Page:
12 of Our Favorite Reviews

  • December 30, 2014

We published too many terrific reviews this year to count, but some have stuck with us more than others. Here, in no particular order, are a dozen of our faves from 2014.

12 of Our Favorite Reviews

Frog Music by Emma Donoghue. Reviewed by Ellen Prentiss Campbell. “Ultimately, enjoyably, Donoghue is more time-traveler than historian. ‘Nineteenth-century reporters often made up details to fill in the blanks in their research,’ she says in the afterword. Donoghue herself reports in that tradition — using historical data, but only as raw material. She spins new threads to weave new fabric, and embroiders as needed to serve the dramatic and emotional accuracy of her story. Frog Music is in the best, old-fashioned sense a page-turner: a book you open and a world you fall into.”

Russian Roulette: How British Spies Thwarted Lenin’s Plot for Global Revolution by Giles Milton. Reviewed by David O. Stewart. “Start with the favored source of invisible ink for Britain’s doughty undercover agents. Because this is a family publication, I will describe it as a bodily fluid that is uniquely produced by males. Presumably this practice — practice, practice, practice! — placed a premium on brevity in dispatches composed for the home office. Not to mention pangs of revulsion among recipients.”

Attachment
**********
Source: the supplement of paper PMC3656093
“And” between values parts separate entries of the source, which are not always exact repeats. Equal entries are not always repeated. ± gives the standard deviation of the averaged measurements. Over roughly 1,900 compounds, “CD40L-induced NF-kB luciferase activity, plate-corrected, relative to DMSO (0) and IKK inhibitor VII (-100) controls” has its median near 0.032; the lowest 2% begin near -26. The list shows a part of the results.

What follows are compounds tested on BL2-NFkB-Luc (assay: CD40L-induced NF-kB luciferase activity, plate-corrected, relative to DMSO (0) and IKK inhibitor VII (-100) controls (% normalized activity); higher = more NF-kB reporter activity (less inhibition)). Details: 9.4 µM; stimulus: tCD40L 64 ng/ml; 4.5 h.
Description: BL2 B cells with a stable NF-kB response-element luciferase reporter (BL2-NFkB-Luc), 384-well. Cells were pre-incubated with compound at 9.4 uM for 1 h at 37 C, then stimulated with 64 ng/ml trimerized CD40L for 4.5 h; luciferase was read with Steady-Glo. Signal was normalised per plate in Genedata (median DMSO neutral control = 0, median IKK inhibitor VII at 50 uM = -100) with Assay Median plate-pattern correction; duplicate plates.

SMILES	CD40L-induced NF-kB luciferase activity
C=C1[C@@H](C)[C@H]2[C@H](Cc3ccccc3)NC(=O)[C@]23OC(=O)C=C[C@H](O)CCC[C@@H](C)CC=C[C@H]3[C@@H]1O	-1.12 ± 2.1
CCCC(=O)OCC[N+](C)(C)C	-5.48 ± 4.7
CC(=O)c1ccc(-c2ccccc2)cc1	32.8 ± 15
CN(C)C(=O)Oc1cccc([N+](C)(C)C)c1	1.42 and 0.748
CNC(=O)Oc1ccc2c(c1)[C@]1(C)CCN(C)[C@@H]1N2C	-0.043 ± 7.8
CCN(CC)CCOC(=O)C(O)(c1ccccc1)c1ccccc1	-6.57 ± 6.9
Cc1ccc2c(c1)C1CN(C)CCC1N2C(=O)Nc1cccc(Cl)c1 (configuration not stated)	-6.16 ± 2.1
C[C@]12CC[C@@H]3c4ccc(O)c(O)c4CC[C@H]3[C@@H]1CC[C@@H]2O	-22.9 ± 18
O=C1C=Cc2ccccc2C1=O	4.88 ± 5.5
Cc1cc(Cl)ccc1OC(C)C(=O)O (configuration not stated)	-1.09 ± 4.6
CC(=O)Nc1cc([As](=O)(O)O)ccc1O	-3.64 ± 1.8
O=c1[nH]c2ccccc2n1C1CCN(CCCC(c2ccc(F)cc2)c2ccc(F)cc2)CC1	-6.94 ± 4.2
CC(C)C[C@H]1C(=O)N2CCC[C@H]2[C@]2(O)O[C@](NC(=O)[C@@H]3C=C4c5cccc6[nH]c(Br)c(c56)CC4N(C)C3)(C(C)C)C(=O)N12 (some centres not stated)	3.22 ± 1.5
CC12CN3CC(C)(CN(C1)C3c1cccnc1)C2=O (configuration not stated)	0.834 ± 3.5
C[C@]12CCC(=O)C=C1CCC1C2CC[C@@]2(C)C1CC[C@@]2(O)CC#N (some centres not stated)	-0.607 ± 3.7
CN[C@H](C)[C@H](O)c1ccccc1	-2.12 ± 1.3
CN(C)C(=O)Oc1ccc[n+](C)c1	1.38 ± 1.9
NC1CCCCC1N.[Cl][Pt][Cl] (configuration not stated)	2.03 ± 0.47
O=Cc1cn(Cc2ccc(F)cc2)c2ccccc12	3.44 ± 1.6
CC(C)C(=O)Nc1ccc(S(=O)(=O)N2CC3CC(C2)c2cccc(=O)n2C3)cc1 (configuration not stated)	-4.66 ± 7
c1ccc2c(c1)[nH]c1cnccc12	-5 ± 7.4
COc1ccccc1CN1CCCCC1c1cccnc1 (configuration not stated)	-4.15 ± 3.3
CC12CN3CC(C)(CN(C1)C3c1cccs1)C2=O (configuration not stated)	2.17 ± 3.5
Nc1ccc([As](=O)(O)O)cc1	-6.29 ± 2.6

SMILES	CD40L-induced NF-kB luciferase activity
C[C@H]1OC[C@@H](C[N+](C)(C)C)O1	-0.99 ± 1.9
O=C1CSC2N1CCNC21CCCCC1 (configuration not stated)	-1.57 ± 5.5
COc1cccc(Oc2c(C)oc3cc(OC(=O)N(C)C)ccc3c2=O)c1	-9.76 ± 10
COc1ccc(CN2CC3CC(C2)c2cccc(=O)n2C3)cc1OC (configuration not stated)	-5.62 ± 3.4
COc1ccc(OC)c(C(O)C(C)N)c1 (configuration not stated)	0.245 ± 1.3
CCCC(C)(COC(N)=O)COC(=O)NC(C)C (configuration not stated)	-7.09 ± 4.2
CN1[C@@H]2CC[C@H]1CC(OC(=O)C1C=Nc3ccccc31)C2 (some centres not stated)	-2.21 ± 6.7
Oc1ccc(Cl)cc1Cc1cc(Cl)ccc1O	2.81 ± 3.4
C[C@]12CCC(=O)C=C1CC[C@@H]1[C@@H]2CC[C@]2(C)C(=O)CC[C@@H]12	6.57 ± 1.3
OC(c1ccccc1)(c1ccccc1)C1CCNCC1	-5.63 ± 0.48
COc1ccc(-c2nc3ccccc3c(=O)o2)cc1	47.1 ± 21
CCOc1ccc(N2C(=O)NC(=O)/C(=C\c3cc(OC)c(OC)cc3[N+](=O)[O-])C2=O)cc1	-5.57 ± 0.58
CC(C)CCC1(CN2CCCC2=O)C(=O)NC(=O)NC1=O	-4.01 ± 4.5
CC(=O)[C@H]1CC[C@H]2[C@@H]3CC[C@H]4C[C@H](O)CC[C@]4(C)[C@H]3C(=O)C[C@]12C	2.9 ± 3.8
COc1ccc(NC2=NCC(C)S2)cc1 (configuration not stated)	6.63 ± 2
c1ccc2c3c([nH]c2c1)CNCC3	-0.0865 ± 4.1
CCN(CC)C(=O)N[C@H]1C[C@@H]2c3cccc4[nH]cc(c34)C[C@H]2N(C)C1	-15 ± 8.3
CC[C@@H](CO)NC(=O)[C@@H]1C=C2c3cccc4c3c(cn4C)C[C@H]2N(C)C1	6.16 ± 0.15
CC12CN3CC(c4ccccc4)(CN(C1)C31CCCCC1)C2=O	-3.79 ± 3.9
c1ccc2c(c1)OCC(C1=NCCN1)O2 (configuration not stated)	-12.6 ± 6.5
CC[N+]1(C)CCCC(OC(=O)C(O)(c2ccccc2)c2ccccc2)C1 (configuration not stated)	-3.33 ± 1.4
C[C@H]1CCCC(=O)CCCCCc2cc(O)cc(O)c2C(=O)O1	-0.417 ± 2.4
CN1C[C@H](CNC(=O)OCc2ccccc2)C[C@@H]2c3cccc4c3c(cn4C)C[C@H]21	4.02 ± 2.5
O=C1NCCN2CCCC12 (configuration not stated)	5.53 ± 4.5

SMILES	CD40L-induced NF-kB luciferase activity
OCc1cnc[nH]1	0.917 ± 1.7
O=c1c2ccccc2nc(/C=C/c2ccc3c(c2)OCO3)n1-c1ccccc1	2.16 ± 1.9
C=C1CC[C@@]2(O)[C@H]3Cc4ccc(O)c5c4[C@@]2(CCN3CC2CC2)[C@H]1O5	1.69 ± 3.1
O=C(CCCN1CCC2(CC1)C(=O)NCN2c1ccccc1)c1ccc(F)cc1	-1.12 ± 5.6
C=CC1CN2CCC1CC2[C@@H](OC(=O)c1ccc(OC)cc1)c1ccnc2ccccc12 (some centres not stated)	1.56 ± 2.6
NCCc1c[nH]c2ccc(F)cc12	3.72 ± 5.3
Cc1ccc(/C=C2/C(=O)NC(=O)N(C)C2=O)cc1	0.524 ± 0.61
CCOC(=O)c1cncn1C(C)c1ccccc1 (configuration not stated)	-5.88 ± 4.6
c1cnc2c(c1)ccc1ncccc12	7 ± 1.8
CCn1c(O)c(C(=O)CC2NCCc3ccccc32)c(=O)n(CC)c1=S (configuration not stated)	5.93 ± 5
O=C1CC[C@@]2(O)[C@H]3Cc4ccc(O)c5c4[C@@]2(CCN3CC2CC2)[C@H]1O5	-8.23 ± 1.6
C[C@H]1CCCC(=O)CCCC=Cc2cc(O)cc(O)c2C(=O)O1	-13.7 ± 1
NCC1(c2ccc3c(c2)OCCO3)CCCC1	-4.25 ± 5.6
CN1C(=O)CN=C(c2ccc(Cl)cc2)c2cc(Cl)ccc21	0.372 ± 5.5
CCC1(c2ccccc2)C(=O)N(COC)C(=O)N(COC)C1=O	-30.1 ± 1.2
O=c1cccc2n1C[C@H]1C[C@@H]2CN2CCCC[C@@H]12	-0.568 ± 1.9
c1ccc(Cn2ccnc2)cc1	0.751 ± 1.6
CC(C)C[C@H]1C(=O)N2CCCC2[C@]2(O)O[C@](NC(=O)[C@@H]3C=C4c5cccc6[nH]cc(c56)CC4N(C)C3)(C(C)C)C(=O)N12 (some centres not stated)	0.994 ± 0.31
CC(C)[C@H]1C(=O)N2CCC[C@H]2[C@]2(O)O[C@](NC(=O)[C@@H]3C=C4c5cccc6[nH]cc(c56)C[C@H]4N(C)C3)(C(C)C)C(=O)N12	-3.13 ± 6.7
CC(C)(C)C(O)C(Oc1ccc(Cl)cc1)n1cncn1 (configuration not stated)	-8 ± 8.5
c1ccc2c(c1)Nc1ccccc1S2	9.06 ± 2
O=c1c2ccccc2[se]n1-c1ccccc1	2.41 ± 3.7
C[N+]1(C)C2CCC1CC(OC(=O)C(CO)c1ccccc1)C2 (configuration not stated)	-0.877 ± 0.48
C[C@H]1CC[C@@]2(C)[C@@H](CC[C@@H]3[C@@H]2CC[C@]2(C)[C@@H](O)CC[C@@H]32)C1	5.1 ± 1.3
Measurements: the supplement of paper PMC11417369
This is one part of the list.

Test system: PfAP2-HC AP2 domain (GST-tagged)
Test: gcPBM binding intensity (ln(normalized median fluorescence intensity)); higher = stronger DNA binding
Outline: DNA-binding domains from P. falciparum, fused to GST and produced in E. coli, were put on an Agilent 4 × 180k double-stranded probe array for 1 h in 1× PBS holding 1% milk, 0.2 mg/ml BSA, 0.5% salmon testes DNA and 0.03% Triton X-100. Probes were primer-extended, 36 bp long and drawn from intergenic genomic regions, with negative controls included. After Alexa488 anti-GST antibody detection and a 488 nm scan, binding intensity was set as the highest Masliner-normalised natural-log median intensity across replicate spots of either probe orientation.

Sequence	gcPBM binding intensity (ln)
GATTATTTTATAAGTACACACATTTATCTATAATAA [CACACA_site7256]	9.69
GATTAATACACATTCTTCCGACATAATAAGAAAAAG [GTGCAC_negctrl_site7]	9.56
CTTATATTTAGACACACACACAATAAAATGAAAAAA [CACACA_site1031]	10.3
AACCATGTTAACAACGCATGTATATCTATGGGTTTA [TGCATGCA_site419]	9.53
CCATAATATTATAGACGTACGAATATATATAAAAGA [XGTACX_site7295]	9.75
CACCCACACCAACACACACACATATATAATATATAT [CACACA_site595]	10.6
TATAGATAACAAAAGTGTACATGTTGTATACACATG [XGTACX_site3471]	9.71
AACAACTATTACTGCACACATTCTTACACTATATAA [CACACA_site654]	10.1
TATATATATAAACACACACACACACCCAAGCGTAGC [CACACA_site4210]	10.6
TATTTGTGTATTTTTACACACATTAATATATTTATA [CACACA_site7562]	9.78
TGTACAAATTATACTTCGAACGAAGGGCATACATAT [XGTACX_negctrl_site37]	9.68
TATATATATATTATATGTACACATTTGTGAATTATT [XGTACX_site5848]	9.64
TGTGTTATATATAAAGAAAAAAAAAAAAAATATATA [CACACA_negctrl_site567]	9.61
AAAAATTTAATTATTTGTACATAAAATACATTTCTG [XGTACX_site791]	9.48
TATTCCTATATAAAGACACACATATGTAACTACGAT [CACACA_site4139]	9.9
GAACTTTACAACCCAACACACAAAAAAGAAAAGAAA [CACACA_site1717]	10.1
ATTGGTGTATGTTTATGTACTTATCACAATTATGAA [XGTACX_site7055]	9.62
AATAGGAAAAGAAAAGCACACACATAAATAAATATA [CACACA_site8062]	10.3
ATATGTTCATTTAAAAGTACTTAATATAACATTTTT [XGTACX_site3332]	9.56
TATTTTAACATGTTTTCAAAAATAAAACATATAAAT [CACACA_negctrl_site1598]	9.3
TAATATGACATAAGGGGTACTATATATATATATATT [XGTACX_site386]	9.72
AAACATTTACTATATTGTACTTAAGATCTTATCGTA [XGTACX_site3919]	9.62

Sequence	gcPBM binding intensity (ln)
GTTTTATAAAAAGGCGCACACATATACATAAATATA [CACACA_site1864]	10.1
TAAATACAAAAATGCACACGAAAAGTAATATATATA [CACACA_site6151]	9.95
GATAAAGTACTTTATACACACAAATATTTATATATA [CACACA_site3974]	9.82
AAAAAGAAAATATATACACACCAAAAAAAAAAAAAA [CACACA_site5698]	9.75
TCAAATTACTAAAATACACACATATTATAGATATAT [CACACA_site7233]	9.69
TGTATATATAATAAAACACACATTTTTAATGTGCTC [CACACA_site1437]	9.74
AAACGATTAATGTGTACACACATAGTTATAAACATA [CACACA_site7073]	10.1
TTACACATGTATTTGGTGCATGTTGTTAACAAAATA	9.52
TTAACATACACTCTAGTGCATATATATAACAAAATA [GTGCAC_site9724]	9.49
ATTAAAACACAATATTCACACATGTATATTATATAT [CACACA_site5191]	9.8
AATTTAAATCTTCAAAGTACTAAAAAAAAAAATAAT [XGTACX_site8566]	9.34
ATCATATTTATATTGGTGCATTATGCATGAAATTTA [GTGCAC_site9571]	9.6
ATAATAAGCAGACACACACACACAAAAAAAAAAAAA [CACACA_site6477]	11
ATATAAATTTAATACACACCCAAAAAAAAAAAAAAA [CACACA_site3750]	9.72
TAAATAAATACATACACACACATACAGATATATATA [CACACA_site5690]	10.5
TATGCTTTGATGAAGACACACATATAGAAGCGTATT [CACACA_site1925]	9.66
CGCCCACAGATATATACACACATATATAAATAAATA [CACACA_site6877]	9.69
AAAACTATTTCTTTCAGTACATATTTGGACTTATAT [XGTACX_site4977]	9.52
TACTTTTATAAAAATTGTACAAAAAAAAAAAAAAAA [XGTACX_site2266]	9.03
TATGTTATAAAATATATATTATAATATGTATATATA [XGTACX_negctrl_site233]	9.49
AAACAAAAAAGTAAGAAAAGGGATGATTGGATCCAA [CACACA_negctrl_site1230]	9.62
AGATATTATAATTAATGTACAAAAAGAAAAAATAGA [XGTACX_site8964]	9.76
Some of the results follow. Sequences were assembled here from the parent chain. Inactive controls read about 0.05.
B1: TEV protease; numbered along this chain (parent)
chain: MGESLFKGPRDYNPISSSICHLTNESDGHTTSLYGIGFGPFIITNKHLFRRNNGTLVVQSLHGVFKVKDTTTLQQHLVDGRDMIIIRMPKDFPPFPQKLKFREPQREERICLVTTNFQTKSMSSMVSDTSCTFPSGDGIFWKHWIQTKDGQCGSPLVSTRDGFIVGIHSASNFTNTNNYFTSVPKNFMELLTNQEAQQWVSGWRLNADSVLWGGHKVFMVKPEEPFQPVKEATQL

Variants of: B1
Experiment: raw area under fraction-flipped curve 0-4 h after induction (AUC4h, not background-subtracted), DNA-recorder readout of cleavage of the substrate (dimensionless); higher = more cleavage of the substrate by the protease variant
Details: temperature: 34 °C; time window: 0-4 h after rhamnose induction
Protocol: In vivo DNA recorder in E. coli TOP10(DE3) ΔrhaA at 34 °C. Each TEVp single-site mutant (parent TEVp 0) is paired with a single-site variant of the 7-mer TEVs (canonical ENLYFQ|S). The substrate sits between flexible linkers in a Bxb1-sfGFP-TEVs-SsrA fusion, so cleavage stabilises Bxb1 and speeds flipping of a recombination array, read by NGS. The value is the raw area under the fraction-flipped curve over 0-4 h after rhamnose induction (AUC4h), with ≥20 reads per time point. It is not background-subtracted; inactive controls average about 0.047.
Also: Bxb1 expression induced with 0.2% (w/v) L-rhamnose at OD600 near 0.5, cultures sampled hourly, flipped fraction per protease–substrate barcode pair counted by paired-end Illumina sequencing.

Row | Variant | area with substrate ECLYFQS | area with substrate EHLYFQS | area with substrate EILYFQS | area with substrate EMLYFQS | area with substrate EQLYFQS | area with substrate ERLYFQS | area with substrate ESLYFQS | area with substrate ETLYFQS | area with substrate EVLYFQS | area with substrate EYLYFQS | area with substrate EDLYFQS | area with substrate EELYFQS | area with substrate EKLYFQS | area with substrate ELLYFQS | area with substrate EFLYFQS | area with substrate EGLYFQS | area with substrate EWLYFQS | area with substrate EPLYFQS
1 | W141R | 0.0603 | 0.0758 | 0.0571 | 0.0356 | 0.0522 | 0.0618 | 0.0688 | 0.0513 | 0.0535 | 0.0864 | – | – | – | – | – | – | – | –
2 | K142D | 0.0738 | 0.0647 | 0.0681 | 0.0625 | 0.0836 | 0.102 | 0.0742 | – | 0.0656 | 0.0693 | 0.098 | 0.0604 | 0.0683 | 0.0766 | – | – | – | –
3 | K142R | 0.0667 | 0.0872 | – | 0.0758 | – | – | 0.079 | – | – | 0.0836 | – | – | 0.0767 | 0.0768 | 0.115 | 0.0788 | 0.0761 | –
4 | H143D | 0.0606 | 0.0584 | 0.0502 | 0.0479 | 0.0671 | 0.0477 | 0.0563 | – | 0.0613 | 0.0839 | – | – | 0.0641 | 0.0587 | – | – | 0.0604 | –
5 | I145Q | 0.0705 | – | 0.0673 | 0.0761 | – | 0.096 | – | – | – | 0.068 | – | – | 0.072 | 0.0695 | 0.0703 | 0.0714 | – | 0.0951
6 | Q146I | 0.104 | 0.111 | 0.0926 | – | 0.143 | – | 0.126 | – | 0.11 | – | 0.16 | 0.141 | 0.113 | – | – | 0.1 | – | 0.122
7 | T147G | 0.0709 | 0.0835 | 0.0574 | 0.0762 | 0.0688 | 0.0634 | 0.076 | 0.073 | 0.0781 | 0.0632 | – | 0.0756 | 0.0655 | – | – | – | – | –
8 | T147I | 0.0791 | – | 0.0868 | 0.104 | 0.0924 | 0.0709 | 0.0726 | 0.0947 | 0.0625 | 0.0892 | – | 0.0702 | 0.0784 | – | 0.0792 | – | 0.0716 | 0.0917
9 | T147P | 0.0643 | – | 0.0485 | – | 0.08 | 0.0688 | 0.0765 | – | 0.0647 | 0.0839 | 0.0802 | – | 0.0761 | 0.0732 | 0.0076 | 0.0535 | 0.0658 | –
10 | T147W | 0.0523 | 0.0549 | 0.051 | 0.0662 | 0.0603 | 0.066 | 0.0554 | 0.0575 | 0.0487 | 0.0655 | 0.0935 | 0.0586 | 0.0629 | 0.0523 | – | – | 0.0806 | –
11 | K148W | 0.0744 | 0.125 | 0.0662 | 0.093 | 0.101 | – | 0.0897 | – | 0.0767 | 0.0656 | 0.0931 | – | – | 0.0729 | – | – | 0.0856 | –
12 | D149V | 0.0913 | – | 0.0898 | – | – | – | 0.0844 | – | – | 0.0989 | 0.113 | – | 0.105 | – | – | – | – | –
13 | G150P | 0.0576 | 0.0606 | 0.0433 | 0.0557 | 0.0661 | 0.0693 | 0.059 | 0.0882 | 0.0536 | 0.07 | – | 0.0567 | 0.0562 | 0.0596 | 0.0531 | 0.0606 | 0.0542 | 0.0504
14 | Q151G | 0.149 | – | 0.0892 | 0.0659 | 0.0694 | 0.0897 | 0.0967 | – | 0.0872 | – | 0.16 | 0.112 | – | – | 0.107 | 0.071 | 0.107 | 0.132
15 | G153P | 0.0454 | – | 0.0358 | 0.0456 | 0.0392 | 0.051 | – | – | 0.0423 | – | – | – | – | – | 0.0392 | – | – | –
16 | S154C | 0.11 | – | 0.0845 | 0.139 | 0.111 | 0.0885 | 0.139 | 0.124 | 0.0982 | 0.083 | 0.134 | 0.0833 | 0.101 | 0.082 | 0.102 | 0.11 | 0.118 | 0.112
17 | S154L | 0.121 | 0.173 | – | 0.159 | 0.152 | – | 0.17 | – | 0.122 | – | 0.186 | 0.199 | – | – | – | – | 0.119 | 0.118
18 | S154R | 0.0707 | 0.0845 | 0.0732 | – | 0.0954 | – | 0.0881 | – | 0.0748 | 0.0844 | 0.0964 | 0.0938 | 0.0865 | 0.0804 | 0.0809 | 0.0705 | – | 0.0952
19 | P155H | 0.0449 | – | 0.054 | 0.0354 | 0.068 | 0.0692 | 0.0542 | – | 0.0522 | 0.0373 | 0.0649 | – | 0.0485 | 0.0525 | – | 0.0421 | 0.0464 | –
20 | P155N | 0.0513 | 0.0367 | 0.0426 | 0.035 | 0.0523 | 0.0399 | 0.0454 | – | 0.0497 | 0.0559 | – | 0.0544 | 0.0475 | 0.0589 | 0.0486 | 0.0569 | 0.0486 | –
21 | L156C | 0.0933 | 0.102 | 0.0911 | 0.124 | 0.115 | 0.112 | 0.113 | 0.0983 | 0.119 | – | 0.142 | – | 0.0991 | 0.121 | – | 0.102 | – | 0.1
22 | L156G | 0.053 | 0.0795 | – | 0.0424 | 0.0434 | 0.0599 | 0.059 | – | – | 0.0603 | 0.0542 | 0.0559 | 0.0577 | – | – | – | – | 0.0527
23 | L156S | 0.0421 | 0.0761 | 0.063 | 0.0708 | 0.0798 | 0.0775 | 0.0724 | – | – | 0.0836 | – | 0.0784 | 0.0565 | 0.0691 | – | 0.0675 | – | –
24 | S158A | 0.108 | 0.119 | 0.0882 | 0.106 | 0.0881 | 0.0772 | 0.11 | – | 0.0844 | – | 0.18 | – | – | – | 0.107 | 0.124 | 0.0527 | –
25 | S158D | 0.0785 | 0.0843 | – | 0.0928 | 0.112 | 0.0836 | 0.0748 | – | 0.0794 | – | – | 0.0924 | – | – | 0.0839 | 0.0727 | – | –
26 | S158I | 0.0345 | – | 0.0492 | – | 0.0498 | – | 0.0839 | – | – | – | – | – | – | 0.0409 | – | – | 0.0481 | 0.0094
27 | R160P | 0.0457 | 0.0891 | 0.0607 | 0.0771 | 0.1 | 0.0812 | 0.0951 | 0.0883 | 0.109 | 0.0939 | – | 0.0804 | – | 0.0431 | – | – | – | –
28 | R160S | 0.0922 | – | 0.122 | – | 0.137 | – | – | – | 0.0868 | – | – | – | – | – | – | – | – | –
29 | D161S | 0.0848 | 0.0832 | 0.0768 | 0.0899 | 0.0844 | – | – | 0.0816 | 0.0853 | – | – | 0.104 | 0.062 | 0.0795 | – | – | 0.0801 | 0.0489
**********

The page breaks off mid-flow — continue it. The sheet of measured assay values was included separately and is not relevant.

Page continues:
The Serpent of Venice by Christopher Moore. Reviewed by Holly Smith. “This brilliant mash-up of ‘The Merchant of Venice’ and ‘Othello’ — with some ‘King Lear’ and Poe’s ‘The Cask of Amontillado’ thrown in for giggles — comes courtesy of Christopher Moore, whose The Serpent of Venice reads like something Shakespeare could’ve written, if only he’d had a proper IV-drug habit.”

The Future of the Mind: The Scientific Quest to Understand, Enhance, and Empower the Mind by Michio Kaku. Reviewed by Paula Novash. “Kaku concludes that there may be two major ways to view our brains and their limitless potential. The first considers people as ‘just wetware, running software called the mind, nothing more or less,’ so their ‘thoughts, desires, hopes and aspirations can be reduced to electrical impulses circulating in some region of the prefrontal cortex.’ The second perspective, however, says that ‘conditions of the universe make consciousness possible.’”

Mirages: The Unexpurgated Diary of Anaïs Nin, 1939-1947, edited by Paul Herron. Reviewed by Philip K. Jason. “Anaïs, you are many women. You have invented many versions or phases of yourself. It is all in your diary: the charitable deceits, the masks, the ecstasies, the fear, the intervals of seeming death, the carousel of possibilities. As you note, ‘There is sadness for the dying selves that must be killed for the sake of the new ones.’”

All Our Names by Dinaw Mengestu. Reviewed by Ananya Bhattacharyya. “Marked by sparseness and entirely bereft of dazzling flourishes, the novel explores pain, alienation, and the dynamics of slightly dented relationships. During the 1970s, Isaac flees Kampala, Uganda, which he refers to as ‘the Capital,’ because the city is caught in a vortex of post-independence violence. He seeks exile in America only to find himself living in a town that looks askance at black people.”